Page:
Former Olympians challenge Sport NZ draft guidelines on transgender athletes, want more consultation

A letter penned by 41 former Olympians and world-class athletes will be sent to the Prime Minister and Minister for Sport on Monday, calling for better consultation on transgender athletes in community sport.

The high-powered group includes Olympic gold medallists Danyon Loader and Barbara Kendall, former All Black Jeff Wilson, and running legends Allison Roe and Anne Audain.

They want wider consultation on a draft policy that Sport NZ has sent out to rainbow groups, proposing ways to allow trans women athletes to compete against other women at club and community level.

"We need to get this right, rather than rushing something through, because the main thing we want to encourage is participation in sport," says former Olympic swimmer Dean Kent. "No-one should be barred from access, but obviously it needs to be done in a safe and fair manner."

Kent adds that for sports like lawn bowls, the policy isn't going to matter, but with community and club sports like swimming or weightlifting, or collision codes like touch, it will.

Former New Zealand chef de mission Dave Gerrard says particularly young men who identify as female have "bigger frames, stronger muscles, and a different biomechanical advantage in terms of hip width and shoulder width".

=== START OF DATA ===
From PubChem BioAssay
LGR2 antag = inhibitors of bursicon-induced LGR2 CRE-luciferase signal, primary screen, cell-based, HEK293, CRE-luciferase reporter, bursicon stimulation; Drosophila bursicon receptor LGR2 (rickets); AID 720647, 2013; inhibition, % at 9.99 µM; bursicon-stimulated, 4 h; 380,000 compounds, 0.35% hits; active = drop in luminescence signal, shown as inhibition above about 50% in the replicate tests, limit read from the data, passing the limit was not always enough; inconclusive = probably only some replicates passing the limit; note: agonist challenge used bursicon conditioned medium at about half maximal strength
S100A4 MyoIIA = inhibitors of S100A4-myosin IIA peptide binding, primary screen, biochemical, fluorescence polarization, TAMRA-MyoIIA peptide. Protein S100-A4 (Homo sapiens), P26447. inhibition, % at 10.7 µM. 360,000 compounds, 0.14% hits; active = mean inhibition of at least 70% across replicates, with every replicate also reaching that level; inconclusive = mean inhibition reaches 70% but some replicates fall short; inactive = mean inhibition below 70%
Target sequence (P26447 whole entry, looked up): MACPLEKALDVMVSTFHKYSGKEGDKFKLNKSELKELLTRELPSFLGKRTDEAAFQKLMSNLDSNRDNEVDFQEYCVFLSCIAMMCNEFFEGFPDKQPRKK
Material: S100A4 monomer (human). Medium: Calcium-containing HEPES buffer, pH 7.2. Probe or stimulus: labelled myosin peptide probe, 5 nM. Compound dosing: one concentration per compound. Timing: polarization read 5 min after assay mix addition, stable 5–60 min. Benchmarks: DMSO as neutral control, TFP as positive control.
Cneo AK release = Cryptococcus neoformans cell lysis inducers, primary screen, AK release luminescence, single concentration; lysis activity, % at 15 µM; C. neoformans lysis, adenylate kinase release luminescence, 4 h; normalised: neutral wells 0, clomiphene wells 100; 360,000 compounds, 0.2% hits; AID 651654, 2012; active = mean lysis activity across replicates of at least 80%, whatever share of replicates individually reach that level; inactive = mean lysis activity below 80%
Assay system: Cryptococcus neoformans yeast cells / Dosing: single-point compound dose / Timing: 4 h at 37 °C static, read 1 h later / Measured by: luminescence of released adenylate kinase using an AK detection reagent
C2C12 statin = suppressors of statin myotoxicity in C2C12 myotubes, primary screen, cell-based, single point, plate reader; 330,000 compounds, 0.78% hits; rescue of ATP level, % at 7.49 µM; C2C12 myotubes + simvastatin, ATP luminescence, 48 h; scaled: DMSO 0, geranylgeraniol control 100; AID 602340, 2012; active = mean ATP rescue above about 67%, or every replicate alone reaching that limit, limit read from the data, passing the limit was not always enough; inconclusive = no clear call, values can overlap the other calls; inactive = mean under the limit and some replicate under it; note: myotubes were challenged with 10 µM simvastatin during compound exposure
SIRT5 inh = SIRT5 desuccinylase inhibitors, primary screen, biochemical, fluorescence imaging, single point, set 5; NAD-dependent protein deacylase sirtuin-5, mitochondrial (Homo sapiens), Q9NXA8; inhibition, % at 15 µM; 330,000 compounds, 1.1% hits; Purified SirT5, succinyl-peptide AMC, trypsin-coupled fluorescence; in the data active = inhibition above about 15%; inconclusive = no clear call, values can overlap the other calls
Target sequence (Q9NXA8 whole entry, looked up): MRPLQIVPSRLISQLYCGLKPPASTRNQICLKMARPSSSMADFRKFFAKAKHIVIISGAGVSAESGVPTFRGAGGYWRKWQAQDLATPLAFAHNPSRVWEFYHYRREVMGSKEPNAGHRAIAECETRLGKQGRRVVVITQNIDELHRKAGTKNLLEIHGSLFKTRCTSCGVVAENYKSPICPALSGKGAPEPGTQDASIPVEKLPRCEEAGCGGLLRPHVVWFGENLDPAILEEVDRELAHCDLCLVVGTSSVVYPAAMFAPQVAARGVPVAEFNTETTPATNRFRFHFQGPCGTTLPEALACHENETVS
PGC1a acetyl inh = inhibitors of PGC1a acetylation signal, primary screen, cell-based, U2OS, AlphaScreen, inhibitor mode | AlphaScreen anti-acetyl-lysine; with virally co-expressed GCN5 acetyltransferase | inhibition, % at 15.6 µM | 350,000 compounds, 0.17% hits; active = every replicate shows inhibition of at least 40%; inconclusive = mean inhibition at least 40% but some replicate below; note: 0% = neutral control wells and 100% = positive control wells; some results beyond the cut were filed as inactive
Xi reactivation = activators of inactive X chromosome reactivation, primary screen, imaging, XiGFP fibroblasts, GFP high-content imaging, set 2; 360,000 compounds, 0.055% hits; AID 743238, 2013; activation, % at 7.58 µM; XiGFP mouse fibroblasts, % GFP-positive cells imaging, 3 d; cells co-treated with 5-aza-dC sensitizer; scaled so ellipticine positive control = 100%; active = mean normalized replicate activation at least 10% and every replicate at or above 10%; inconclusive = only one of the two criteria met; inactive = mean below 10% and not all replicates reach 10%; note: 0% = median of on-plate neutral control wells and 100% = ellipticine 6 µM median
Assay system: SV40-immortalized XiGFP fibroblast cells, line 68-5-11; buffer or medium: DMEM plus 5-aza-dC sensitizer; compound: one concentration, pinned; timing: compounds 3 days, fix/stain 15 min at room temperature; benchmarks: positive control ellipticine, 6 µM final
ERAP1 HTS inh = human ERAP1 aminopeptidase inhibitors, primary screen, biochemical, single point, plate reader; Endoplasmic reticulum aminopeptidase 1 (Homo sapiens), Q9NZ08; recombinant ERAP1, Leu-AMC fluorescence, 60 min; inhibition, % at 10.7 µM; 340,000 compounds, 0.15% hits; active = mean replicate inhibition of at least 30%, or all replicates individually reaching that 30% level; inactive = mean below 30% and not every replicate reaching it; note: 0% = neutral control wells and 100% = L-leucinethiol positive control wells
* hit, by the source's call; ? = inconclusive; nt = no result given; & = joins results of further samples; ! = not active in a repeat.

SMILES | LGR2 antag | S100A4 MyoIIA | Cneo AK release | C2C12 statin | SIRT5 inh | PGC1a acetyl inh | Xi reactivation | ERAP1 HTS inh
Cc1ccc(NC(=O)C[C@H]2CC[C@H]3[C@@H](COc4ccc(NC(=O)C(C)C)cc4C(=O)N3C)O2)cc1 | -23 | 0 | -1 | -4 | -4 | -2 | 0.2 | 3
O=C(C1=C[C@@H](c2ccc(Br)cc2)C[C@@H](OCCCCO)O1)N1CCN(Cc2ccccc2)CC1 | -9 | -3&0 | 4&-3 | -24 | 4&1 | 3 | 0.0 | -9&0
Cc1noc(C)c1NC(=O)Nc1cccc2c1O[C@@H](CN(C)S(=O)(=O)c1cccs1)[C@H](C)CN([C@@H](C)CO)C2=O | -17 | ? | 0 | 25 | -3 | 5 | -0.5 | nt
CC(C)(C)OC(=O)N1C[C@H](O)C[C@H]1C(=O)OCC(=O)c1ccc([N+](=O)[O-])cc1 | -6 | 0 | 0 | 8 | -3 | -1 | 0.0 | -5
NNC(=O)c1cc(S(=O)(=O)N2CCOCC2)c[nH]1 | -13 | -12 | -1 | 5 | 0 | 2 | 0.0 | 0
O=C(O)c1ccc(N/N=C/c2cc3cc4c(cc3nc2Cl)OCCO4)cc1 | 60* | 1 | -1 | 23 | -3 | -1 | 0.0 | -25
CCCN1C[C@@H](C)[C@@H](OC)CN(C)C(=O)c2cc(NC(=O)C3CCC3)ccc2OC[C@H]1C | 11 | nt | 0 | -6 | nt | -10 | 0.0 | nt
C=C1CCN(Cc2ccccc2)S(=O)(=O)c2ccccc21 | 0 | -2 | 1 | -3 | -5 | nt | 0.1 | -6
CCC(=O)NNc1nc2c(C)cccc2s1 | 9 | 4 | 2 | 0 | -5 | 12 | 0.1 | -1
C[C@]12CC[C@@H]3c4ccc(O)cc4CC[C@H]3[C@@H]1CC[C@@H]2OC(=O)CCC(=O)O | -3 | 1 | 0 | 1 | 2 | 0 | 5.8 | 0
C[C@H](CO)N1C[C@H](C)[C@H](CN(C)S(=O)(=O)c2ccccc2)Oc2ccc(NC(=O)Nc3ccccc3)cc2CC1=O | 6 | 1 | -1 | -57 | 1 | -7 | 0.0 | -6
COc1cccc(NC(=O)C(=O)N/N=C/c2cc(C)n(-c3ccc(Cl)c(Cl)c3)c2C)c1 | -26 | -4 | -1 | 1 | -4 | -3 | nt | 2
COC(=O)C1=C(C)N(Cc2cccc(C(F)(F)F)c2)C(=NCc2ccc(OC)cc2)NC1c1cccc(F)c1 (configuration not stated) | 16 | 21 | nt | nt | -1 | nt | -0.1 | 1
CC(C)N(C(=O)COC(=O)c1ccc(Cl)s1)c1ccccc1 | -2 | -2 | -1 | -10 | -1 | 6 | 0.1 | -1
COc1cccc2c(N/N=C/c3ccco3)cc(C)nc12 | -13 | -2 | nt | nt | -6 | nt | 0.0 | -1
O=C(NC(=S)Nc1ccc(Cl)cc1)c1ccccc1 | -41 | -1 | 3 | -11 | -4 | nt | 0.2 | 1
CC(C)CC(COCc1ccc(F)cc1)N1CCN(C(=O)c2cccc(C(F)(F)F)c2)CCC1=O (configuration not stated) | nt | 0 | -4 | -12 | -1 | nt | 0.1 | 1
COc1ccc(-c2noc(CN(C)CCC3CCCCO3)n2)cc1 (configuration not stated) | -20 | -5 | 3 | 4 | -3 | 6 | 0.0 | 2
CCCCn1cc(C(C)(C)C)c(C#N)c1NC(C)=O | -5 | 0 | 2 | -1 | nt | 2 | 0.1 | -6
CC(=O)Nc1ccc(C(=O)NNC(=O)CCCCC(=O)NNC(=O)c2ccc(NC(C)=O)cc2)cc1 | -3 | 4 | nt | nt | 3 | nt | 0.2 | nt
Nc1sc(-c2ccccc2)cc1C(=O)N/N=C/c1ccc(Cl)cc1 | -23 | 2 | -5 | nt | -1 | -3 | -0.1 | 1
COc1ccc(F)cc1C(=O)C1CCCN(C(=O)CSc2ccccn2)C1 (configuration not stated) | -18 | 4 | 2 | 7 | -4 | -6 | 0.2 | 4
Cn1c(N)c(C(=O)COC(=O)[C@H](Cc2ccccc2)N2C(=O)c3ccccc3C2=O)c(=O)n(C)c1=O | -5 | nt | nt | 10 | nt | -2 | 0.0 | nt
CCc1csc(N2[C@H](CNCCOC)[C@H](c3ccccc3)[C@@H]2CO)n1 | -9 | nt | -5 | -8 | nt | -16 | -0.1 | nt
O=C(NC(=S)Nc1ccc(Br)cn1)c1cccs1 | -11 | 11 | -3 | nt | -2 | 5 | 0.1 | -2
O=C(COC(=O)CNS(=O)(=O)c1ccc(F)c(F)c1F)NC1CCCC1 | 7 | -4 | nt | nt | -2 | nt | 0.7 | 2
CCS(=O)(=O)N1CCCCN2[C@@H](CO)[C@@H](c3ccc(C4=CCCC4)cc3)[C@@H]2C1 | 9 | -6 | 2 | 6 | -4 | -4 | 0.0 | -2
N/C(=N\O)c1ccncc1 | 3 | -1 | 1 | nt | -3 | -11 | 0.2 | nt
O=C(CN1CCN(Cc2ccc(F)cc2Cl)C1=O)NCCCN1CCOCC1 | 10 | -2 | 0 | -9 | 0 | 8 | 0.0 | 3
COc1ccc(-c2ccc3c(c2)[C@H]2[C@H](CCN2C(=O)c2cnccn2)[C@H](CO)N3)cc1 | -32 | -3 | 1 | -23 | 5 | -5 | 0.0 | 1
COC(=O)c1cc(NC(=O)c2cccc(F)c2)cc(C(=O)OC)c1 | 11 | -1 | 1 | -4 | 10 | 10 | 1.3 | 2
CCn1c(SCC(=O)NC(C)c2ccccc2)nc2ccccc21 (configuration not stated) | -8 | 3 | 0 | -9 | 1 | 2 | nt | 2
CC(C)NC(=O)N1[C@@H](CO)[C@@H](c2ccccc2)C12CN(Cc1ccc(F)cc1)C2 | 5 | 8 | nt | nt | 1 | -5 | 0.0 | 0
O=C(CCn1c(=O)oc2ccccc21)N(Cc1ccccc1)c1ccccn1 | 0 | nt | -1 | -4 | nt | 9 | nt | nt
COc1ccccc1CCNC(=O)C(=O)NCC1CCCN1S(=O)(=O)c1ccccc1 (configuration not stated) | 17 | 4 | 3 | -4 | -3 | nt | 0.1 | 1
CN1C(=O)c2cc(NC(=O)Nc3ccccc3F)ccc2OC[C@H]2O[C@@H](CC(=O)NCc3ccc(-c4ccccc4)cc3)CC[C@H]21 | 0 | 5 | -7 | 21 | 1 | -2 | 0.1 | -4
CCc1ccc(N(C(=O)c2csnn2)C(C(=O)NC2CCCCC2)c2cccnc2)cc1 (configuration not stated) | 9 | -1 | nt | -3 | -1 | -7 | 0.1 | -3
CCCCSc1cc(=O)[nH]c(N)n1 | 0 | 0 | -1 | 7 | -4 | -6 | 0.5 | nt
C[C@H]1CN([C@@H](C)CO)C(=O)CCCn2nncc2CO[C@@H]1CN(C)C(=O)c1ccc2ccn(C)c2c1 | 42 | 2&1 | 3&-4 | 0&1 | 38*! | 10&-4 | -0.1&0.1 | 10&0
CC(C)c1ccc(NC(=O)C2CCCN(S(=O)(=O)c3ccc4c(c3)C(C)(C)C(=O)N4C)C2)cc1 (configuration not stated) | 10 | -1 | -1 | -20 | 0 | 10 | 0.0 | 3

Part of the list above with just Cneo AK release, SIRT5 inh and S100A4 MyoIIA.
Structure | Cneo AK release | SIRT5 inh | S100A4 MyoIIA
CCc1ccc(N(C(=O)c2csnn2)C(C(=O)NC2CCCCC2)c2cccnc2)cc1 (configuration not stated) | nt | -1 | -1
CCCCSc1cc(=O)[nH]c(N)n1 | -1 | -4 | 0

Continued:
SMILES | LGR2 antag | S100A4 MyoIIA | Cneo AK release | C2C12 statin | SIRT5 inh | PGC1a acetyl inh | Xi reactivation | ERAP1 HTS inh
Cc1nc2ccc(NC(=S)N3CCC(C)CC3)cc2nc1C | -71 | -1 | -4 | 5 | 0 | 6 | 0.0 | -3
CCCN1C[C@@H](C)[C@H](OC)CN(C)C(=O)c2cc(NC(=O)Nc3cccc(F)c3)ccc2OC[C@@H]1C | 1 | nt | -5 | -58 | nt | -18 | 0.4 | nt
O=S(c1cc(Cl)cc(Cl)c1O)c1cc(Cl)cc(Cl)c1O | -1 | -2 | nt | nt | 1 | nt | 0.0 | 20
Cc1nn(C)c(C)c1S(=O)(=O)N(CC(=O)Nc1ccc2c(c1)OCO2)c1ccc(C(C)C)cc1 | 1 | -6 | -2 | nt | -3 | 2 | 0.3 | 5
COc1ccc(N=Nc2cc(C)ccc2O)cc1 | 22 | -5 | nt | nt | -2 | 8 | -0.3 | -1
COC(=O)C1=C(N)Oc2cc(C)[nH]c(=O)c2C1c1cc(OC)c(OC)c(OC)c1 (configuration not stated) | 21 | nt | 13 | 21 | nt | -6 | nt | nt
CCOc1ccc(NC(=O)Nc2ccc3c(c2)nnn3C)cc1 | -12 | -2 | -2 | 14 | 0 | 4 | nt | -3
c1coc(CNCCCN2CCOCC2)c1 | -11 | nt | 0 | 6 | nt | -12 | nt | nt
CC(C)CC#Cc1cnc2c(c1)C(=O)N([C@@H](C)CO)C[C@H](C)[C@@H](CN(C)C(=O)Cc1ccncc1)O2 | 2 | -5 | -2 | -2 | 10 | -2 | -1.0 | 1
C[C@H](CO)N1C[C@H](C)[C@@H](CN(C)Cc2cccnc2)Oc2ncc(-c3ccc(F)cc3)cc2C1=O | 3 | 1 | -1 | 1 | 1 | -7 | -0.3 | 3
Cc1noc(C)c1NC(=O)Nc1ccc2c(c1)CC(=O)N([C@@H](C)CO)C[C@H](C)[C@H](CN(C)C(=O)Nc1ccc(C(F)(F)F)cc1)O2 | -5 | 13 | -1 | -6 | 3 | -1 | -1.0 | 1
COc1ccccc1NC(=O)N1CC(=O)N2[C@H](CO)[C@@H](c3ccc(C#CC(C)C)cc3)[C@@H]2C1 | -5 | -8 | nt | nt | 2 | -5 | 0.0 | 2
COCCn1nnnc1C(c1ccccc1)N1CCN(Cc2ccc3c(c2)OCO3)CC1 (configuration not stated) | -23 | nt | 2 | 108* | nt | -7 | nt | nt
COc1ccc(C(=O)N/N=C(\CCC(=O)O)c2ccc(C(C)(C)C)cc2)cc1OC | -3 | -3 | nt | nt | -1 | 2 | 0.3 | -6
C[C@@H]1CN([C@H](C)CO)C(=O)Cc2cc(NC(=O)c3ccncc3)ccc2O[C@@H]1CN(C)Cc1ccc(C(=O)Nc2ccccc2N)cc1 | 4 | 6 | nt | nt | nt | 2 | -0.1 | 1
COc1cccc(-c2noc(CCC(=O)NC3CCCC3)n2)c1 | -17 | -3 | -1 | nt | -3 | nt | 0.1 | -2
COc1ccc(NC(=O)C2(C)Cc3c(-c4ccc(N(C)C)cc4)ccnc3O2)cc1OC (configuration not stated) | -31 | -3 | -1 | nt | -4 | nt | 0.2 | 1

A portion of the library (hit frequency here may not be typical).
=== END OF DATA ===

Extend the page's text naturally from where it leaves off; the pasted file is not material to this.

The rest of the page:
Sport NZ says its document is all about inclusion, and it will consult all codes to individually work out their best approach to health and safety of athletes.

The draft proposes unisex uniforms and bathrooms at venues, and privacy guidelines for transgender athletes, affording them the right to compete in the gender they identify with, whether they've fully transitioned or not.

"Diversity is an incredibly important model for sport in NZ, so we need to make sure we are creating an environment for all young people regardless, so they feel safe and welcome," chief executive Raelene Castle tells Newshub. 

Castle says, more often than not, people want to feel they are included, and that's why Sport NZ wants to focus less on winning and taking away opportunities from other women, and more on including everyone. 

 Kiwi weightlifter Laurel Hubbard is New Zealand's most high-profile transgender athlete. She will make history in Tokyo, after meeting the IOC's rules relating to acceptable testosterone levels.

But at community level back home, Sport NZ may have a fight on its hands, particularly with clubs where contact sport is played.

"There's not a perfect black-and-white answer," says Castle. "We will work alongside the sports, as they face these challenges, but transgender people just want to feel included."

Gerrard maintains there's scope for more consultation across the community and wants the Minister to intervene.

"We are not trying to disadvantage or exclude transgender athletes from participating, we are just talking about those trans women who wish to compete against biological females [cis women] and maximise the advantage that they have."

Sport NZ says the consultation process is only in its first phase.